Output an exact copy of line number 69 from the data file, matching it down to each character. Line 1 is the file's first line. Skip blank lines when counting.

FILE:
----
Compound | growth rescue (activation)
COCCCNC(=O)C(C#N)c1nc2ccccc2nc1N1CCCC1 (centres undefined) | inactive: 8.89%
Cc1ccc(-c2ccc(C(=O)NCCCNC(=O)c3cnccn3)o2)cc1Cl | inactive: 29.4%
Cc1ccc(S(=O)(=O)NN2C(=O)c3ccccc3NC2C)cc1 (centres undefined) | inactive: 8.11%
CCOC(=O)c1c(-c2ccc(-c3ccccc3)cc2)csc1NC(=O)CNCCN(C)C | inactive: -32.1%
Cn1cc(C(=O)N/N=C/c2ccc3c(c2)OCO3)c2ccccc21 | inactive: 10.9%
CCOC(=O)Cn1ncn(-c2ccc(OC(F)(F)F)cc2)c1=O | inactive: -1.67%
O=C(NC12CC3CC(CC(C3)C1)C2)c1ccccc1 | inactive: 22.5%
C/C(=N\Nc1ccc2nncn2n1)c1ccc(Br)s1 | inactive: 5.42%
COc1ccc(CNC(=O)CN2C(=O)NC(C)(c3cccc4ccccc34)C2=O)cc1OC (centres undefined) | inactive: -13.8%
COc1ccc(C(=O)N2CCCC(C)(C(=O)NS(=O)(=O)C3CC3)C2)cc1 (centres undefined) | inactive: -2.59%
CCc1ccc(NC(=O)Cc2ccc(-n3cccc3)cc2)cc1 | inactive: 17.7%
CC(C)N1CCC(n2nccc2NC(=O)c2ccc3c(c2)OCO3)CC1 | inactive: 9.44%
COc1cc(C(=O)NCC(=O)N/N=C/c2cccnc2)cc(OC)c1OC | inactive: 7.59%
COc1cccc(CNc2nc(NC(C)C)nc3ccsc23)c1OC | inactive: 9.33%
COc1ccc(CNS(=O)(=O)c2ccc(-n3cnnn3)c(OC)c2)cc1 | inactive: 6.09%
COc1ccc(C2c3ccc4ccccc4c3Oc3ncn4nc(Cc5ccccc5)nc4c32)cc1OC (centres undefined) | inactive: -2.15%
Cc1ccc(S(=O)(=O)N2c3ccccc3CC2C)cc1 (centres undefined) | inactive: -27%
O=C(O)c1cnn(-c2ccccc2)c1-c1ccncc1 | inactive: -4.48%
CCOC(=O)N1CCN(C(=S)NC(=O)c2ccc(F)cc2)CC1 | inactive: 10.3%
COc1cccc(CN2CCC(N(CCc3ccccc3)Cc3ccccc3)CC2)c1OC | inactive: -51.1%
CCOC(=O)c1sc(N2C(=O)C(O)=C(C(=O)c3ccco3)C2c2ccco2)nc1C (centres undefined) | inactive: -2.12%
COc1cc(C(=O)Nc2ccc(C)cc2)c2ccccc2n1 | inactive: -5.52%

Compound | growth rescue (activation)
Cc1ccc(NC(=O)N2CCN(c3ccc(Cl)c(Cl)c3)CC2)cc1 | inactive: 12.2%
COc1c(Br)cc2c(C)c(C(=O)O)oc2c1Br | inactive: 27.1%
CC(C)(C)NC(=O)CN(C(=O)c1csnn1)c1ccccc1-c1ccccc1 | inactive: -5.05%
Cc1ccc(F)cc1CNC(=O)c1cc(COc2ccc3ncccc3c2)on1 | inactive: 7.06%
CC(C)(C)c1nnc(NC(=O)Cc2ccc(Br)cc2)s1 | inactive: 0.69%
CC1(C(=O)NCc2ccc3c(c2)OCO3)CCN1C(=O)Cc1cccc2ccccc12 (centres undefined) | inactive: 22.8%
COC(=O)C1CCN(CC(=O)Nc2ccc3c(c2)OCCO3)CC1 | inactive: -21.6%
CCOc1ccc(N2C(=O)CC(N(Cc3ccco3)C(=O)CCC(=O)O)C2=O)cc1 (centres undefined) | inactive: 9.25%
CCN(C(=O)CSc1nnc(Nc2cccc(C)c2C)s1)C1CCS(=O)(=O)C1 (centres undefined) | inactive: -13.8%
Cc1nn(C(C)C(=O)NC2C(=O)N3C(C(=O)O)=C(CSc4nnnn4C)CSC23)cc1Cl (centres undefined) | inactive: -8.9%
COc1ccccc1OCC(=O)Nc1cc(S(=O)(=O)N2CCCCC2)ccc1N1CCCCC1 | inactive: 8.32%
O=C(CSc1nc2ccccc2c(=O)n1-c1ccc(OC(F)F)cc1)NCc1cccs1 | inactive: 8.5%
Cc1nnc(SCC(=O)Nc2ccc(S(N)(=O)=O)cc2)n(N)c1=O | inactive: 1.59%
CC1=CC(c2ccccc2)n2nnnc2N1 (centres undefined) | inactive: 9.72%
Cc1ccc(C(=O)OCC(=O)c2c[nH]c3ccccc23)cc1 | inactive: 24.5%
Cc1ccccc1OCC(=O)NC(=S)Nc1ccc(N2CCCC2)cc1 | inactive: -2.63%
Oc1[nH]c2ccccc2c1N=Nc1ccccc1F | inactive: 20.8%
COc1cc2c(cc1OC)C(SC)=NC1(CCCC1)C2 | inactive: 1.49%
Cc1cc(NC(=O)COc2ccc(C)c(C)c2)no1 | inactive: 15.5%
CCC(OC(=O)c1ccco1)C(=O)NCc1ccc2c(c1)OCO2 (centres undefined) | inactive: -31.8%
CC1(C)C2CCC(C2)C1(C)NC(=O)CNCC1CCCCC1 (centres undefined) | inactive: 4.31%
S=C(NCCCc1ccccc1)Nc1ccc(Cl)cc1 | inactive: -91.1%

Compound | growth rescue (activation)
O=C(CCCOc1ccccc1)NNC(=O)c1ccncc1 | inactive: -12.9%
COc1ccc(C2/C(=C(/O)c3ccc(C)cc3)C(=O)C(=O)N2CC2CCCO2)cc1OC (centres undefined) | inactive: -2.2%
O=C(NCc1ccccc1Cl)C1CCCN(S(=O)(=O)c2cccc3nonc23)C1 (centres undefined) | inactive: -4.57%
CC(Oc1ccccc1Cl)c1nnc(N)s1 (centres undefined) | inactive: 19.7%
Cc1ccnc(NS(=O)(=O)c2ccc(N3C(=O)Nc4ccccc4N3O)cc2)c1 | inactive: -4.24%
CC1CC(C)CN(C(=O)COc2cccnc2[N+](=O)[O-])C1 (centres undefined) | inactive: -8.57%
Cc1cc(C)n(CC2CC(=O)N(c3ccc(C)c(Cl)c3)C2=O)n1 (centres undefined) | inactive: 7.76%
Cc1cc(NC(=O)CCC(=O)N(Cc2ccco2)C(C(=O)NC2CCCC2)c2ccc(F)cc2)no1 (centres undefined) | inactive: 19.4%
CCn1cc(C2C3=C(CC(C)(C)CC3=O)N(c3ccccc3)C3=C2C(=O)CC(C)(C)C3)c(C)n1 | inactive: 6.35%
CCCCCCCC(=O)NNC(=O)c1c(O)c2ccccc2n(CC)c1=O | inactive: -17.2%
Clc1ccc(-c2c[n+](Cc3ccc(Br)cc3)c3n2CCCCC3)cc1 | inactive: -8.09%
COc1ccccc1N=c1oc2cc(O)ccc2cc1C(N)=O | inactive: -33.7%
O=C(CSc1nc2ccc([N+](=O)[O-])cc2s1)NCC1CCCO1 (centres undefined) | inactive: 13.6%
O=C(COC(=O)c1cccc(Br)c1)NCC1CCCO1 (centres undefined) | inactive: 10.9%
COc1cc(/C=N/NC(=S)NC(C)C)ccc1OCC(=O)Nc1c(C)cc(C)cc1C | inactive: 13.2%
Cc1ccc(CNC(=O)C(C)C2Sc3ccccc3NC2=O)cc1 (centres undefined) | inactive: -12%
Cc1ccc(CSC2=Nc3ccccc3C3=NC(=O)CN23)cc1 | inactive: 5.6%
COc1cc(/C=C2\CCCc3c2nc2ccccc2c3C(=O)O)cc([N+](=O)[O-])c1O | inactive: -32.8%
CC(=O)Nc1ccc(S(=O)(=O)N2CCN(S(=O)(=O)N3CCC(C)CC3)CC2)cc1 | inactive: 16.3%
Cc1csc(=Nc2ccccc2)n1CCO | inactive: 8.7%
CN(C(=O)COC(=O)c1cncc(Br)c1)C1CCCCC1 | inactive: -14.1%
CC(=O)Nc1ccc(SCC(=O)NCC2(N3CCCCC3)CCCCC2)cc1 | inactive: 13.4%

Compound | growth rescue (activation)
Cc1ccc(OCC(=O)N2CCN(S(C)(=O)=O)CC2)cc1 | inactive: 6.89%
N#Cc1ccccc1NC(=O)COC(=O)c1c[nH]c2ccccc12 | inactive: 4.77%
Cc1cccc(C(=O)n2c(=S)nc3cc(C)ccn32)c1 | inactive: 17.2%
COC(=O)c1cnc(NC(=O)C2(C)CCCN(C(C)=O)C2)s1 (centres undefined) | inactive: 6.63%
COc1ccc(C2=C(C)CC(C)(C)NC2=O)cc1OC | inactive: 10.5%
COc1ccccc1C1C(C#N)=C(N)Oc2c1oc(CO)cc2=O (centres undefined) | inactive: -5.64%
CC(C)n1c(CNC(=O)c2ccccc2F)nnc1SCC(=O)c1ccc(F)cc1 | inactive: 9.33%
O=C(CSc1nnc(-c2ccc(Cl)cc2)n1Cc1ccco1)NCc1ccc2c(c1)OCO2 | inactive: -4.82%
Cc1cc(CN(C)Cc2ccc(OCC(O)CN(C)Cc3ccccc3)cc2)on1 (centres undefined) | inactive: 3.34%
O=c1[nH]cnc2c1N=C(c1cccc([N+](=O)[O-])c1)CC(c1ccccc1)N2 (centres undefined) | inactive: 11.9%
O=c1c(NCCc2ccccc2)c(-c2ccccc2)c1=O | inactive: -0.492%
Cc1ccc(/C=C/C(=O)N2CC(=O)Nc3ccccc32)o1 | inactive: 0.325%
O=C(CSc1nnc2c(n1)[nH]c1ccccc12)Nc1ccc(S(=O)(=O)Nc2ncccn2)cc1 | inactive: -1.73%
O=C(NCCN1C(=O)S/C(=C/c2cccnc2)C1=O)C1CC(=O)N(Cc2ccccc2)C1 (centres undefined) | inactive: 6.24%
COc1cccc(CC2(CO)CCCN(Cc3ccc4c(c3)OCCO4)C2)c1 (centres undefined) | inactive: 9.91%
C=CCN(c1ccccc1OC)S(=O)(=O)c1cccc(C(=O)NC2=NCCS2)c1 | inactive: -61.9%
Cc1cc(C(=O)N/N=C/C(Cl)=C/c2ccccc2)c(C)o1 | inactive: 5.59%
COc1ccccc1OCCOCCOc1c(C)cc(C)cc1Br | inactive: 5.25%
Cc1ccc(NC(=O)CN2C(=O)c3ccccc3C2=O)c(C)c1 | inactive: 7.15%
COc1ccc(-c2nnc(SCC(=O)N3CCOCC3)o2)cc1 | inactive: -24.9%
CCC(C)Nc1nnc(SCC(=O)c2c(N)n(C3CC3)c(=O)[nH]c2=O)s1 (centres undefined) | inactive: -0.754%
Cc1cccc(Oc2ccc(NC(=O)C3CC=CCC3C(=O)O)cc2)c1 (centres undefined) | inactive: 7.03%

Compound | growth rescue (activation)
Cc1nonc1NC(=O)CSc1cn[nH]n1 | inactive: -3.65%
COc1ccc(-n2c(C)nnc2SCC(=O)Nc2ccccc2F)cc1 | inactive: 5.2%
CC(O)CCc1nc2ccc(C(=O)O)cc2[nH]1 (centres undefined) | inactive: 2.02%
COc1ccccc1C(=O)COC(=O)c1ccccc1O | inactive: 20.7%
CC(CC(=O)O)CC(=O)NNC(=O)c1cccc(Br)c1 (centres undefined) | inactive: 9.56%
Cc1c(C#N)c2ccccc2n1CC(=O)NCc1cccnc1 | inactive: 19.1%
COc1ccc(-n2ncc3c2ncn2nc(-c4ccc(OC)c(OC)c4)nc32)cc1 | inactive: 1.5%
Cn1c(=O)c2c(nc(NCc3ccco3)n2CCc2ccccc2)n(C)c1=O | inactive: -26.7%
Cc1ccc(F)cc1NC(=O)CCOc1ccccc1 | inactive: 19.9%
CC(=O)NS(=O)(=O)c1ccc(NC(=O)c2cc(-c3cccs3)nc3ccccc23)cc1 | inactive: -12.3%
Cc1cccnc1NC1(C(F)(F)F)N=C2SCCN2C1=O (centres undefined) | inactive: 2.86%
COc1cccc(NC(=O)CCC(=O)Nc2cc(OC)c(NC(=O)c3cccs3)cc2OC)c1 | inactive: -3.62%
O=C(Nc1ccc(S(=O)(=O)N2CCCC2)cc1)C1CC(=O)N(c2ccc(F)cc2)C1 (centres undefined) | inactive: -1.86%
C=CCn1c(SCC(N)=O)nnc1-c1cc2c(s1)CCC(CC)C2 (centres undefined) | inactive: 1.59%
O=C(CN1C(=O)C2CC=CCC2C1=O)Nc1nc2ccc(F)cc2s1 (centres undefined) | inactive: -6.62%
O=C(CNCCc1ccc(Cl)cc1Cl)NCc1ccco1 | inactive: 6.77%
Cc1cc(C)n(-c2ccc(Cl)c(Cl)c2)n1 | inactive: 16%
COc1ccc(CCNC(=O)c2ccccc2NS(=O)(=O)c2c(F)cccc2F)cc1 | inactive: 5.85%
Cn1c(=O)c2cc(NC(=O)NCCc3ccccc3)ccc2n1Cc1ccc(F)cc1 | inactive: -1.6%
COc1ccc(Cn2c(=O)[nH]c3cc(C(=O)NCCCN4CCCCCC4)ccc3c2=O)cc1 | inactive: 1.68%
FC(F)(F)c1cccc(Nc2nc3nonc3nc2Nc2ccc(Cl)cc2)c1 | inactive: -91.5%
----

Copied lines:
CC(=O)Nc1ccc(SCC(=O)NCC2(N3CCCCC3)CCCCC2)cc1 | inactive: 13.4%